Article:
He continued: "But that doesn't diminish the hope for or the efforts toward the day when the Cuban people can choose their own leaders and enjoy the freedom that Castro so relentlessly denied."

Rep. Ileana Ros-Lehtinen, a Miami-area Republican who was born in Havana, called for Castro's indictment and said his resignation was irrelevant because his regime had already "done great harm to the suffering Cuban people."

"It matters nothing at all whether Fidel, Raul or any other thug is named head of anything in Cuba," she said. "What the people want is freedom to vote in multiparty elections that are internationally supervised and freedom to express their dissent from the oppressive regime. The Communist machinery is enslaving them so it doesn't matter who the thug of the moment will be."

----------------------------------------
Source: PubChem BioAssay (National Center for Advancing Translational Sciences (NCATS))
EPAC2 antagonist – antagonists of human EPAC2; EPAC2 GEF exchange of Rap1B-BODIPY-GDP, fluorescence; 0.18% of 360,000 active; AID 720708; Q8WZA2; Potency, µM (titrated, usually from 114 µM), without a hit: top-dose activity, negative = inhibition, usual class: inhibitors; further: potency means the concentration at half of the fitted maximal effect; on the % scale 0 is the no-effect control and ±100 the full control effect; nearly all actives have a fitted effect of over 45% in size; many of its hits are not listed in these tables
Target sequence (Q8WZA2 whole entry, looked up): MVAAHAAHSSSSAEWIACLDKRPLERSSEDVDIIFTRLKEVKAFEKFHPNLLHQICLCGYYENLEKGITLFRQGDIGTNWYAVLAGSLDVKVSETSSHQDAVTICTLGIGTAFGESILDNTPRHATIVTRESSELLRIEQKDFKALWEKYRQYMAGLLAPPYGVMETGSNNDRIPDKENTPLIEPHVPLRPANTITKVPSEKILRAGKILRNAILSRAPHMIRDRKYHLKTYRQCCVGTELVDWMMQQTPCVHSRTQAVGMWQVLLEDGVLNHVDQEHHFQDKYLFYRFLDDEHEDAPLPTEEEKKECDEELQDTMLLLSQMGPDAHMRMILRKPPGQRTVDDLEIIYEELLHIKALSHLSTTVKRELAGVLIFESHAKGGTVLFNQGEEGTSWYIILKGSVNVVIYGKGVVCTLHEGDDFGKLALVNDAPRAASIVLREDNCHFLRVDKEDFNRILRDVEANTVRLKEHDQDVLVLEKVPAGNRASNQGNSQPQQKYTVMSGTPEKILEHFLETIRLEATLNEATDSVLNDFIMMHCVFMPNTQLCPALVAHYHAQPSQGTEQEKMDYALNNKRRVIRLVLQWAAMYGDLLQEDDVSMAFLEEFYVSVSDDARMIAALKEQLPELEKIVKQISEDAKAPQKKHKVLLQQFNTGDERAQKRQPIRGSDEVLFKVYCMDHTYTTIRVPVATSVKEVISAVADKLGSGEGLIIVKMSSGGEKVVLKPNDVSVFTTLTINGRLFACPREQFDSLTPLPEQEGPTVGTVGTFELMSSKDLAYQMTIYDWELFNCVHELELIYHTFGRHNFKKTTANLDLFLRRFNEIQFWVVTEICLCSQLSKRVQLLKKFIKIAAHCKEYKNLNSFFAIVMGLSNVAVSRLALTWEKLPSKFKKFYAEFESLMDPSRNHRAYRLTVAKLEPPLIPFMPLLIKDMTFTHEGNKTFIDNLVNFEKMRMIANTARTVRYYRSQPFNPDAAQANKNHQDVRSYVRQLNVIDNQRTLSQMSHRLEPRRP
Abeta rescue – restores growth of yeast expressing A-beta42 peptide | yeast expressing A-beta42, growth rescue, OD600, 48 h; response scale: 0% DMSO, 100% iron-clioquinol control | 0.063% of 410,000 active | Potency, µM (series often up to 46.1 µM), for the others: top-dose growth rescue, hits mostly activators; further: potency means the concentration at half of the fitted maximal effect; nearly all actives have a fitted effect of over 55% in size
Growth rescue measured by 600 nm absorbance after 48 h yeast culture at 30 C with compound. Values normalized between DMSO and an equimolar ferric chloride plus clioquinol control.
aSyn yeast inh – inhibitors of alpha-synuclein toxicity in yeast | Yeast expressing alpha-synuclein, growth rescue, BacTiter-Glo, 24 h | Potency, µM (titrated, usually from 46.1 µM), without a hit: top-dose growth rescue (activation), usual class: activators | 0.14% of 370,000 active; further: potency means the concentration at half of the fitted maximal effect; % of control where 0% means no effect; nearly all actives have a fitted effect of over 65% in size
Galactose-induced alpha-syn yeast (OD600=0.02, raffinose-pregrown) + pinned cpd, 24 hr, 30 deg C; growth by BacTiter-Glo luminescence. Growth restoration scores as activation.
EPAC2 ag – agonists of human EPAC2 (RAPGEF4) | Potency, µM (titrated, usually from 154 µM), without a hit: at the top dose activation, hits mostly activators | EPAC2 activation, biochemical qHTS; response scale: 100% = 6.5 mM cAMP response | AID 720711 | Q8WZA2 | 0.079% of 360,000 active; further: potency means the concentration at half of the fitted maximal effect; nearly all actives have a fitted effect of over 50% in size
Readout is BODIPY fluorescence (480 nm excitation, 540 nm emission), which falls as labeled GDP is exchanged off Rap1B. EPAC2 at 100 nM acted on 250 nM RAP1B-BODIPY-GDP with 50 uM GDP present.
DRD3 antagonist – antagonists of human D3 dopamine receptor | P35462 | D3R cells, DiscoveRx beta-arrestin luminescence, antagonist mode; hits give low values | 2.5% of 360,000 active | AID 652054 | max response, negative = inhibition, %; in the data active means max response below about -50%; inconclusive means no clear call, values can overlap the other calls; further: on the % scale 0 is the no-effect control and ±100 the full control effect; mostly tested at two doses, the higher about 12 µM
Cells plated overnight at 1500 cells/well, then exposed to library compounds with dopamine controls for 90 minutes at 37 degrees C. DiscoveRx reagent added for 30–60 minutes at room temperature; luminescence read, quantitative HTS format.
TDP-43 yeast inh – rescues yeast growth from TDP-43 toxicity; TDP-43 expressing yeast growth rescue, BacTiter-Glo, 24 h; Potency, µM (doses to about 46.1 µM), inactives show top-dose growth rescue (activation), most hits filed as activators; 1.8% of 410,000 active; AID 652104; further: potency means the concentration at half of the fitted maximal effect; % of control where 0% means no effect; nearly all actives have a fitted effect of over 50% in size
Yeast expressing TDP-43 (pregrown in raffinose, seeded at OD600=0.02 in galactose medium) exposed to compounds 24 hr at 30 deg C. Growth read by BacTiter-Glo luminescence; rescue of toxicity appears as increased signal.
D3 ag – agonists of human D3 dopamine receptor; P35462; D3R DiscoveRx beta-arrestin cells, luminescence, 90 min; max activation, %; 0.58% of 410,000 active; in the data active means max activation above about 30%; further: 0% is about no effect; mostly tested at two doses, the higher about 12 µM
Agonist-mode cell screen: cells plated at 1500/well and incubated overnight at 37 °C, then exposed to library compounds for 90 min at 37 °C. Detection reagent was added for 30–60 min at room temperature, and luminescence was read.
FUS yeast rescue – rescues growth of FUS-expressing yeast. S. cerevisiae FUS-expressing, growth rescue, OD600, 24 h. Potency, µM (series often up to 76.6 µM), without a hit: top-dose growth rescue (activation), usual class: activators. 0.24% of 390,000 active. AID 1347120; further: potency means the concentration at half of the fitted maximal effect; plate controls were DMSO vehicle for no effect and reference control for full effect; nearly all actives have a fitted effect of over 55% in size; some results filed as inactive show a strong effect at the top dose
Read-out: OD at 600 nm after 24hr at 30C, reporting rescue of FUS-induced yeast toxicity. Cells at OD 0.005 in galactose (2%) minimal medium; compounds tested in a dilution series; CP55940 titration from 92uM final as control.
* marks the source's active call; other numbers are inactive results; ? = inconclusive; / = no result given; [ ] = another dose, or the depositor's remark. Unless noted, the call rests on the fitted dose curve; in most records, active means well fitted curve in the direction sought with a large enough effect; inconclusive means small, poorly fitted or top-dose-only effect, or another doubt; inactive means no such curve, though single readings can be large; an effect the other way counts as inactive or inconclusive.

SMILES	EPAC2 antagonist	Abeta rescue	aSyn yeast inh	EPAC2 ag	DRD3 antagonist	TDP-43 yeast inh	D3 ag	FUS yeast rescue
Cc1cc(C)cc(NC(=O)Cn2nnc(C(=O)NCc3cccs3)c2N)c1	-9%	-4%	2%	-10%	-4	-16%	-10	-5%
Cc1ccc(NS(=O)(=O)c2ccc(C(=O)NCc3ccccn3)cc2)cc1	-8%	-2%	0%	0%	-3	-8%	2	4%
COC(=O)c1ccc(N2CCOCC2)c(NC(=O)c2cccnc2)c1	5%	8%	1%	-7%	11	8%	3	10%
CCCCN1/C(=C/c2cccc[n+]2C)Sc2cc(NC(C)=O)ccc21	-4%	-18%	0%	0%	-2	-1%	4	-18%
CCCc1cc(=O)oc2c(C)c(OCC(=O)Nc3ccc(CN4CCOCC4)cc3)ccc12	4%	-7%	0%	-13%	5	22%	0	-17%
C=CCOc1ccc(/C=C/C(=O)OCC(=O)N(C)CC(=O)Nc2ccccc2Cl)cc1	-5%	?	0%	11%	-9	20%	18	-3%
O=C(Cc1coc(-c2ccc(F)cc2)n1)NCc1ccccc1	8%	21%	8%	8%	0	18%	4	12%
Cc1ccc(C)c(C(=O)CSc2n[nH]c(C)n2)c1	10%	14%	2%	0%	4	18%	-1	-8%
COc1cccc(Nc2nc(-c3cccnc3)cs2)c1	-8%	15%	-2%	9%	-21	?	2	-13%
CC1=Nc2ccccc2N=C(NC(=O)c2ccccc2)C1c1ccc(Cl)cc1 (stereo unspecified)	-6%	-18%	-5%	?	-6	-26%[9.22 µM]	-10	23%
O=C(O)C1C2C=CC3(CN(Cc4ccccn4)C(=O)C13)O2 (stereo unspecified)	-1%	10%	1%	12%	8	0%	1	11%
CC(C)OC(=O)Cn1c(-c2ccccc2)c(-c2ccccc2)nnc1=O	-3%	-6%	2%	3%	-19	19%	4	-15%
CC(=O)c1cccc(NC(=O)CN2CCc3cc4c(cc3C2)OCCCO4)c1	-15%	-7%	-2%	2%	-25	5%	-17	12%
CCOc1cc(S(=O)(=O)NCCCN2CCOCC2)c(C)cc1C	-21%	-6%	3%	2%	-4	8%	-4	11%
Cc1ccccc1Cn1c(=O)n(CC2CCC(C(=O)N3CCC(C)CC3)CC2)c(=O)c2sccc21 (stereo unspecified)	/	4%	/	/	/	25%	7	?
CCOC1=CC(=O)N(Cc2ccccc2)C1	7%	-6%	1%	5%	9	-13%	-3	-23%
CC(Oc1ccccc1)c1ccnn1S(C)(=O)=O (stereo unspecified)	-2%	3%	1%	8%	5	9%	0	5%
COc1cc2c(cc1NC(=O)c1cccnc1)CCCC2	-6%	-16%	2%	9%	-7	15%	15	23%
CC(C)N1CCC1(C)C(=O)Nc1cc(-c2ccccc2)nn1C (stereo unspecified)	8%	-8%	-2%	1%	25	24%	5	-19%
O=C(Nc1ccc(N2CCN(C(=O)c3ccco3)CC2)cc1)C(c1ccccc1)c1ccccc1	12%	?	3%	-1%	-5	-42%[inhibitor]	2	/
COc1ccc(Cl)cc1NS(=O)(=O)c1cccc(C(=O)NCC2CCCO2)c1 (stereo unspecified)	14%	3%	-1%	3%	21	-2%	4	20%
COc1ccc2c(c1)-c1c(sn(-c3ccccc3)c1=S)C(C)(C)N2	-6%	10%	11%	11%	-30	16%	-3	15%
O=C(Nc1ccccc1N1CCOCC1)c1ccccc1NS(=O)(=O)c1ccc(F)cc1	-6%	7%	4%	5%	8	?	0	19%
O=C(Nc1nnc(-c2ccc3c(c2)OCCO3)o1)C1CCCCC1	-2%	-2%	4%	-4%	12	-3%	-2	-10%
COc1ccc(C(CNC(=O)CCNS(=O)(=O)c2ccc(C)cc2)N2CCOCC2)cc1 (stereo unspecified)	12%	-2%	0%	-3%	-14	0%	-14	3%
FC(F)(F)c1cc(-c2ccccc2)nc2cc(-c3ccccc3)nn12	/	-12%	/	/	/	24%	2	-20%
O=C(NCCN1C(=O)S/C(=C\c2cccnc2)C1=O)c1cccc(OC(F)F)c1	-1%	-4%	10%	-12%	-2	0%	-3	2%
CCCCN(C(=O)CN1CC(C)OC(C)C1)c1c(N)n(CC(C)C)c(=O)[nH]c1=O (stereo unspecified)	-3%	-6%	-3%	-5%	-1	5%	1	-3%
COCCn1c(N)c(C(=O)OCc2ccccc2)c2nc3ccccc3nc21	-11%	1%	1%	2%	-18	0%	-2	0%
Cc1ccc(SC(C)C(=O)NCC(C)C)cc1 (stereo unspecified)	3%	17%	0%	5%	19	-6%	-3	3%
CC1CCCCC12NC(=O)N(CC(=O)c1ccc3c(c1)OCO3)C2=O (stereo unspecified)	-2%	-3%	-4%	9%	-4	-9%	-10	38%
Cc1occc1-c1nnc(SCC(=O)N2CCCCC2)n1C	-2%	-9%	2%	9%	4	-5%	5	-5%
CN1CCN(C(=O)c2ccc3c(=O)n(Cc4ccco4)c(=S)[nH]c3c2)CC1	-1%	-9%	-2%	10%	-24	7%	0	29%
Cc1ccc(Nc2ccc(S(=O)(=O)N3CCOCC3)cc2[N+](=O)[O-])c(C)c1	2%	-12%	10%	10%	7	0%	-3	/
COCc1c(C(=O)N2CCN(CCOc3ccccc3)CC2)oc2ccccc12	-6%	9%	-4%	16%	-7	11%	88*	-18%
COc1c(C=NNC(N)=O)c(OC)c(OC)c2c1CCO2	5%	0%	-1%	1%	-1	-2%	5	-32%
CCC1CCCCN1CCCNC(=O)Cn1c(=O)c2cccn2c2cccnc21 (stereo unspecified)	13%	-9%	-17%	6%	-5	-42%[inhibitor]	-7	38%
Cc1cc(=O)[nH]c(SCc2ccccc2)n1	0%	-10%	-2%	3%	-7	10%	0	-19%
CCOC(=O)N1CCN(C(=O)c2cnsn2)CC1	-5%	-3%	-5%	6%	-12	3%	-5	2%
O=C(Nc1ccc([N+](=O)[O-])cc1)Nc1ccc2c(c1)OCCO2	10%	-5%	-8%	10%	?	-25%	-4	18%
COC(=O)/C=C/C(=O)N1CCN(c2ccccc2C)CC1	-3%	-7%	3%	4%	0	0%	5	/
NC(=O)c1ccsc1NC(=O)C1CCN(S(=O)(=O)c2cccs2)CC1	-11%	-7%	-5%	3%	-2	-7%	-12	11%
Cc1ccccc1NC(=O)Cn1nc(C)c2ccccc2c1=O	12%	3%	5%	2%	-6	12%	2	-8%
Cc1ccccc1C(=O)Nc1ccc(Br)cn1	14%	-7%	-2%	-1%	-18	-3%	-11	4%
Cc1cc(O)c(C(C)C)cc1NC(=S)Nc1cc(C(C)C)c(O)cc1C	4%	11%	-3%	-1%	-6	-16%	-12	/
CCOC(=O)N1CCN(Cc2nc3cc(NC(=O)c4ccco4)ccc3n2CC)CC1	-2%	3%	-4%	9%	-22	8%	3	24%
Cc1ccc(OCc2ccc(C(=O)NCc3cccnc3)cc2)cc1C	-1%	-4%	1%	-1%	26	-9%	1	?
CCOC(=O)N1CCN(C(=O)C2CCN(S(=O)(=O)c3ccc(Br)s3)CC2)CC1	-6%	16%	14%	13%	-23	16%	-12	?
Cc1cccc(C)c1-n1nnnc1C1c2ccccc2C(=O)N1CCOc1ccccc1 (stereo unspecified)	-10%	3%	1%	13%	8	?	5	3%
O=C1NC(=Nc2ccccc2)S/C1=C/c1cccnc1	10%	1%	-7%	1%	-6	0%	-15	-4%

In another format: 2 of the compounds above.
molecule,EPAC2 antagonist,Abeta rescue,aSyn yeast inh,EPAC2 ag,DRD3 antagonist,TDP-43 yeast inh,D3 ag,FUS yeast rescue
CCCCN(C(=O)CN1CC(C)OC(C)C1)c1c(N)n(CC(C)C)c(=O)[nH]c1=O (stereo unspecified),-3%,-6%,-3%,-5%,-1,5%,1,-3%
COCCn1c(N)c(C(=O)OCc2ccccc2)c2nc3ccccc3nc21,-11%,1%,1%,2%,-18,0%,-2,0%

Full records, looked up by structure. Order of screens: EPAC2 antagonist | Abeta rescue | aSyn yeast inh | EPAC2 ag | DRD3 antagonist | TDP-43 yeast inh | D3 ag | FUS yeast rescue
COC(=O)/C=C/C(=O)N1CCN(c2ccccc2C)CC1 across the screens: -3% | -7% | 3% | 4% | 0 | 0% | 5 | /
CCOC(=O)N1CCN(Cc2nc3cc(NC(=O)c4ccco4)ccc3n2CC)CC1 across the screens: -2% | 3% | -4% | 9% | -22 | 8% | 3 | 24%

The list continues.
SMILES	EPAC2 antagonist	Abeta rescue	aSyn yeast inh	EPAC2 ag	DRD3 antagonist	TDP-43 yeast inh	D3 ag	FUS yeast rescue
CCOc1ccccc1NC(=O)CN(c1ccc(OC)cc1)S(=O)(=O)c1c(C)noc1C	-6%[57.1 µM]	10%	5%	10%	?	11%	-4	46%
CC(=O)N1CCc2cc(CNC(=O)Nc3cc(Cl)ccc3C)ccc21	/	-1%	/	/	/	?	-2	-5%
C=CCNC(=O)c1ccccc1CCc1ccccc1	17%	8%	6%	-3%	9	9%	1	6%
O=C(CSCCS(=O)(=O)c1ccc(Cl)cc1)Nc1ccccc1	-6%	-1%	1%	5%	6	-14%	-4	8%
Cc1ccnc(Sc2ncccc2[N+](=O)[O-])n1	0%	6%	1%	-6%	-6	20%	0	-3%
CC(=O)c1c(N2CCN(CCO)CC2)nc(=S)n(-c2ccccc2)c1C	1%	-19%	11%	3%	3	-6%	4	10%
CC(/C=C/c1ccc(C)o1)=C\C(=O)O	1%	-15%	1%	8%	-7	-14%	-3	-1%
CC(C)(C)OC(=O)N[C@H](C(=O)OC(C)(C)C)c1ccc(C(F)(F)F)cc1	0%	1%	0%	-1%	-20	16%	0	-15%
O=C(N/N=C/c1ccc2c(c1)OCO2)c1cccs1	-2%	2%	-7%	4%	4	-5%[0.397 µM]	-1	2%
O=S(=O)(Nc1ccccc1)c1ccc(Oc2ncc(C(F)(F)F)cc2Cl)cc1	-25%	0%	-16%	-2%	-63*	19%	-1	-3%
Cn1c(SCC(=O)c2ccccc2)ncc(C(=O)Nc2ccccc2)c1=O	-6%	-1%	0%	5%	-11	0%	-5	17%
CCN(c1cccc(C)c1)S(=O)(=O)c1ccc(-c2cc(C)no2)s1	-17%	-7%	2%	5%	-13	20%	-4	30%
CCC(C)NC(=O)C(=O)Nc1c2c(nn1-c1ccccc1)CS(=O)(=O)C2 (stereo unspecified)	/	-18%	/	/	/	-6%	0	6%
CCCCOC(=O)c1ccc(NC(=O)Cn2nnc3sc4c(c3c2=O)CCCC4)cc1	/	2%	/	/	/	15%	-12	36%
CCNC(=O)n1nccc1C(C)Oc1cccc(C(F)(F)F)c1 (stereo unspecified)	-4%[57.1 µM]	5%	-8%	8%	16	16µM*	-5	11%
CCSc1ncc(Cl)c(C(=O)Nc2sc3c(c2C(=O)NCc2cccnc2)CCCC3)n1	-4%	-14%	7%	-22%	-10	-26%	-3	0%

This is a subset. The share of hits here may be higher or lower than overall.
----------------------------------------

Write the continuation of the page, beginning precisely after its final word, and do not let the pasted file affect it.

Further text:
She then called on the Justice and State departments to indict Casto in connection to 1996 the deaths of three U.S. citizens and a U.S. resident, Carlos Acosta, Armando Alejandre, Mario de la Peña and Pablo Morales, when they were shot down by Cuban fighter jets.

"This is but the first step in bringing Fidel and other Cuban war criminals to justice," she said.

Castro's History of Anti-Americanism

It wasn't the Bay of Pigs invasion or the U.S. embargo against Cuba that turned Castro against the United States. He was in the anti-American camp long beforehand.

He never wavered in his loathing of his powerful neighbor to the north.